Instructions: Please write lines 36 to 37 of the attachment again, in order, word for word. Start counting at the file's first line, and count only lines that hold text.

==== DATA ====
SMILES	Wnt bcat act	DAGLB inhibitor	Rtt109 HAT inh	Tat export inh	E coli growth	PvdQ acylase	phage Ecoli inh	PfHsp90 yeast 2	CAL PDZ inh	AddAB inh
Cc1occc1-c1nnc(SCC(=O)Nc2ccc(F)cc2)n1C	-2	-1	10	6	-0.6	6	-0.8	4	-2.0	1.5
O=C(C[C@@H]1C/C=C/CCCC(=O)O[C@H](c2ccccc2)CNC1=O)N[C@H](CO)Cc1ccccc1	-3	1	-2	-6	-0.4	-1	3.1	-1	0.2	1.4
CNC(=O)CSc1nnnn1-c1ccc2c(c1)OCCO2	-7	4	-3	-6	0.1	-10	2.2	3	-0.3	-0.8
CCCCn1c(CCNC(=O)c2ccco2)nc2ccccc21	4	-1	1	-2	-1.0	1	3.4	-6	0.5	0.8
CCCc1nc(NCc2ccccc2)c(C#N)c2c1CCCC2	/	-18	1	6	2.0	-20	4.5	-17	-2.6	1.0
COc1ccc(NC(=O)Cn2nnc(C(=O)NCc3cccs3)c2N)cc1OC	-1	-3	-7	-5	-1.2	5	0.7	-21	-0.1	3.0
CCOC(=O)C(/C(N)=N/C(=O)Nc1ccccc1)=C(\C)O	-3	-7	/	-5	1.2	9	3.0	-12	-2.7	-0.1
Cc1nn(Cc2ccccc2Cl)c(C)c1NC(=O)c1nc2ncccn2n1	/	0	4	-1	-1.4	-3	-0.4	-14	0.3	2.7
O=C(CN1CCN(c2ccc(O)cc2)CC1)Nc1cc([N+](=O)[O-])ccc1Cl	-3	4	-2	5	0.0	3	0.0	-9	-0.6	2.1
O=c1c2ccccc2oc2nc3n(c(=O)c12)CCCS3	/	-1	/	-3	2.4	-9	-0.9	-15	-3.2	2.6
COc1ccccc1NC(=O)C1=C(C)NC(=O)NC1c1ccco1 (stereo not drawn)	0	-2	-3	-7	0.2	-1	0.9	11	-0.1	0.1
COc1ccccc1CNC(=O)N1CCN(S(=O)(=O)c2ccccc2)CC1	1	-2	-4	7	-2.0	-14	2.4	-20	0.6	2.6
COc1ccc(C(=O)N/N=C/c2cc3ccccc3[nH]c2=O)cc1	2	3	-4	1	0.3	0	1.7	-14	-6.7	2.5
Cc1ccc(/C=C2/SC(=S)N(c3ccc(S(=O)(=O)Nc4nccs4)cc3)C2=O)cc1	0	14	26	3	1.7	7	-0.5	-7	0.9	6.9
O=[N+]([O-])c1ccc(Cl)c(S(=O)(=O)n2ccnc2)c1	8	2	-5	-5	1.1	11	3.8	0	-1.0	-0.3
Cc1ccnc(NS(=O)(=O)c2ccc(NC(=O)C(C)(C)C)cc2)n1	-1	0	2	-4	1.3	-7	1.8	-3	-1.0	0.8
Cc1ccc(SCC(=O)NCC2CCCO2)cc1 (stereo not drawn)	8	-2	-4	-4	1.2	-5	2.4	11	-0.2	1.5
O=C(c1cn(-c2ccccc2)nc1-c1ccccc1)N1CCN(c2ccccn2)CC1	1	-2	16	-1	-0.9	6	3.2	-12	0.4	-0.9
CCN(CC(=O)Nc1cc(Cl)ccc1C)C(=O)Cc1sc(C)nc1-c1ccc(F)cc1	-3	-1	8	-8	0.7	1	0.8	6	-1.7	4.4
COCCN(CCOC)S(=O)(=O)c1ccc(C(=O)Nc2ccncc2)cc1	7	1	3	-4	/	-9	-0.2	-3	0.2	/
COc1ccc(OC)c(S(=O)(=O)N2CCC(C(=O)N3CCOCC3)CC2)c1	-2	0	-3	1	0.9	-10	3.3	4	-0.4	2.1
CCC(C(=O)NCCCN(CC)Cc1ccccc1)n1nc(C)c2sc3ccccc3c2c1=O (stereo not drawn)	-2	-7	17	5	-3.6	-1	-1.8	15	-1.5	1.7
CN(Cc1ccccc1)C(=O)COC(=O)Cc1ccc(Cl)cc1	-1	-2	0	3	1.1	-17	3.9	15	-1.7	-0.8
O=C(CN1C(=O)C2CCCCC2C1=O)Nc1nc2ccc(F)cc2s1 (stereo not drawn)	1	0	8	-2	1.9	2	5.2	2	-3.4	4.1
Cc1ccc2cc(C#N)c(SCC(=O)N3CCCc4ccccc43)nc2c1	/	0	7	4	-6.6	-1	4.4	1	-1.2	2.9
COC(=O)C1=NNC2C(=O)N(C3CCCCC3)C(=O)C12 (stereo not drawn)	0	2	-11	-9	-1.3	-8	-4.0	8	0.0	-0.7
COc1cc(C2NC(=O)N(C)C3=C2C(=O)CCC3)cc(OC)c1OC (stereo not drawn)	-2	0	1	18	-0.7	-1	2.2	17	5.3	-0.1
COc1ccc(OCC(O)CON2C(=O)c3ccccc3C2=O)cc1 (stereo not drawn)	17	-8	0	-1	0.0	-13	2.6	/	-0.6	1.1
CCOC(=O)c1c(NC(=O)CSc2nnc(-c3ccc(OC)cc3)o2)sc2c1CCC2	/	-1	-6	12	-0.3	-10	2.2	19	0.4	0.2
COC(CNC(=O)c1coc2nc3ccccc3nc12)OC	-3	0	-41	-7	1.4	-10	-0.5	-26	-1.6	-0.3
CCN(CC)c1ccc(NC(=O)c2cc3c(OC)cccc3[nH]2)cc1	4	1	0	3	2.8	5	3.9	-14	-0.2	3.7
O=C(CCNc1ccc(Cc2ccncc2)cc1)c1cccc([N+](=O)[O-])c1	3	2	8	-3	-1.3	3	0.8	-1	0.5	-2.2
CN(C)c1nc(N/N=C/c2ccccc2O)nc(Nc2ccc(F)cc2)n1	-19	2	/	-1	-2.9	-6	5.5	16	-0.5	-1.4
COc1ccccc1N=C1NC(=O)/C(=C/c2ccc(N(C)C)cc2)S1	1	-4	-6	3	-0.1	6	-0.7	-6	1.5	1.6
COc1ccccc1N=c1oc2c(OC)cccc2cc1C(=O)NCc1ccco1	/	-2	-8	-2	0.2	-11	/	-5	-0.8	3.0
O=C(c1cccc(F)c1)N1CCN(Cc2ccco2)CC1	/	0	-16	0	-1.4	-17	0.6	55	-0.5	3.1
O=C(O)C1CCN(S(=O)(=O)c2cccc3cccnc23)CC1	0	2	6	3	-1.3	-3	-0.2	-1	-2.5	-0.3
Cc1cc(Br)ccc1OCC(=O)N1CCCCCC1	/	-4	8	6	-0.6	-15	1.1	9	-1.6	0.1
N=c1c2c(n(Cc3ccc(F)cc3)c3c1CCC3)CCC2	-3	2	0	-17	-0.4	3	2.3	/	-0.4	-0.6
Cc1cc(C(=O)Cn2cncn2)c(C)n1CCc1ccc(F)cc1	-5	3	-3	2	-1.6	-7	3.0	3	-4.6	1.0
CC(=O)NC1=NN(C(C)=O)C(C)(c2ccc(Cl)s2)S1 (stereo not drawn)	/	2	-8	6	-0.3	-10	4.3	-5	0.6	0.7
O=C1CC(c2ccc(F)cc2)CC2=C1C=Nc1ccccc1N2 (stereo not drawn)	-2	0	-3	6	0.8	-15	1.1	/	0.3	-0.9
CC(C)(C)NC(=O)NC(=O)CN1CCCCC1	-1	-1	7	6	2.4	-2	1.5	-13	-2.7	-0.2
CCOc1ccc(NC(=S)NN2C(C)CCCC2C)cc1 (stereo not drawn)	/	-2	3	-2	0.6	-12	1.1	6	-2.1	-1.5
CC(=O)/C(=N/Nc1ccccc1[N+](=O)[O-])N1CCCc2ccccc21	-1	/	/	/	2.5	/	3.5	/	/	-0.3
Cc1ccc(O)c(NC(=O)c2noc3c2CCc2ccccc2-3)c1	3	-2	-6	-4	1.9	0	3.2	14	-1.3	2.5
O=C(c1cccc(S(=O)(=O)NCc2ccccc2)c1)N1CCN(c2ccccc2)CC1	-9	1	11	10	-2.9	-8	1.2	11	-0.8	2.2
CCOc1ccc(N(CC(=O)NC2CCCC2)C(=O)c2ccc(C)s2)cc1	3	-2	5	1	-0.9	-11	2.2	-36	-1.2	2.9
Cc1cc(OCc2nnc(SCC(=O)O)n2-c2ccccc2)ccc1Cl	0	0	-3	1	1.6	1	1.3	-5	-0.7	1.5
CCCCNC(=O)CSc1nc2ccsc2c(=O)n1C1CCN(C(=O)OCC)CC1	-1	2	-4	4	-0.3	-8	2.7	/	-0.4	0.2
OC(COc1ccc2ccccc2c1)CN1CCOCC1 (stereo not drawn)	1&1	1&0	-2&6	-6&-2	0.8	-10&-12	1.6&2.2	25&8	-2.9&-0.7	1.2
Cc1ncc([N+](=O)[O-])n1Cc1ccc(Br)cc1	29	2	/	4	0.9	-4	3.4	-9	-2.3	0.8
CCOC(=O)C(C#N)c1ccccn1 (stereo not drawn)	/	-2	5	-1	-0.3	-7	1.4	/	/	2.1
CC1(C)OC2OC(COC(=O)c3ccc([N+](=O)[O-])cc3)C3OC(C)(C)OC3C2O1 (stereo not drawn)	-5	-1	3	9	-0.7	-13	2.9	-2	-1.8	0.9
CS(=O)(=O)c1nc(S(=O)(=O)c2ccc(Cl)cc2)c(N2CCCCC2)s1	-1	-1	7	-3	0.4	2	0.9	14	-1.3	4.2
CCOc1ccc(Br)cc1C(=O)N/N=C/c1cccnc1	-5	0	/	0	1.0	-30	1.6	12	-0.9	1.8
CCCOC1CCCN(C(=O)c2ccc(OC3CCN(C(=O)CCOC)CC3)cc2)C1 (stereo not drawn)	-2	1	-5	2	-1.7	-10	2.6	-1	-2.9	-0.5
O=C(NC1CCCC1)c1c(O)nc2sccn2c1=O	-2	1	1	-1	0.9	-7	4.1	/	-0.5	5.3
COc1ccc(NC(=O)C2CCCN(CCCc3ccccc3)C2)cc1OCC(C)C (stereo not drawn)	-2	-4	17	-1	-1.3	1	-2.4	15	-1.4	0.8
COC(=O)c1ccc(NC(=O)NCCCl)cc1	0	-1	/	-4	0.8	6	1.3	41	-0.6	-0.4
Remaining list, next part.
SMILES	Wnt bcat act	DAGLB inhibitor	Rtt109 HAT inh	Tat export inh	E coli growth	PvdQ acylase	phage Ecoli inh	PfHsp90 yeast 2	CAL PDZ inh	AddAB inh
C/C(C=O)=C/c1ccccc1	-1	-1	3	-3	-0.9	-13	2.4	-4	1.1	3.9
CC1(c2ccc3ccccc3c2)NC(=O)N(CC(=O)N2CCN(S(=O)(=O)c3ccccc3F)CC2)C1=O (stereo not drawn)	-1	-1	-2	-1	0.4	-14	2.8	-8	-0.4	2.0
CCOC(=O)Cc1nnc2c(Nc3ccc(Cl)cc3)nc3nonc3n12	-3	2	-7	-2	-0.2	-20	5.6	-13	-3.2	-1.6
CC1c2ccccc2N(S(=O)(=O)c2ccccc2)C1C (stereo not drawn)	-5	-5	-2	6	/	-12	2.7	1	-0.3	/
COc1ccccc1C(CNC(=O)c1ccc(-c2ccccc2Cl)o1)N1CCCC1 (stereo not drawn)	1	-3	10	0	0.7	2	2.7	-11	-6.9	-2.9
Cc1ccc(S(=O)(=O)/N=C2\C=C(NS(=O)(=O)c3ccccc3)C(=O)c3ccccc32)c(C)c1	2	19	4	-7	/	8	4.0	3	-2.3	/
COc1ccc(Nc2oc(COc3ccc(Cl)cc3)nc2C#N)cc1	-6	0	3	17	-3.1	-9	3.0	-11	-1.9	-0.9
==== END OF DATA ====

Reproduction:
COc1ccccc1N=c1oc2c(OC)cccc2cc1C(=O)NCc1ccco1	/	-2	-8	-2	0.2	-11	/	-5	-0.8	3.0
O=C(c1cccc(F)c1)N1CCN(Cc2ccco2)CC1	/	0	-16	0	-1.4	-17	0.6	55	-0.5	3.1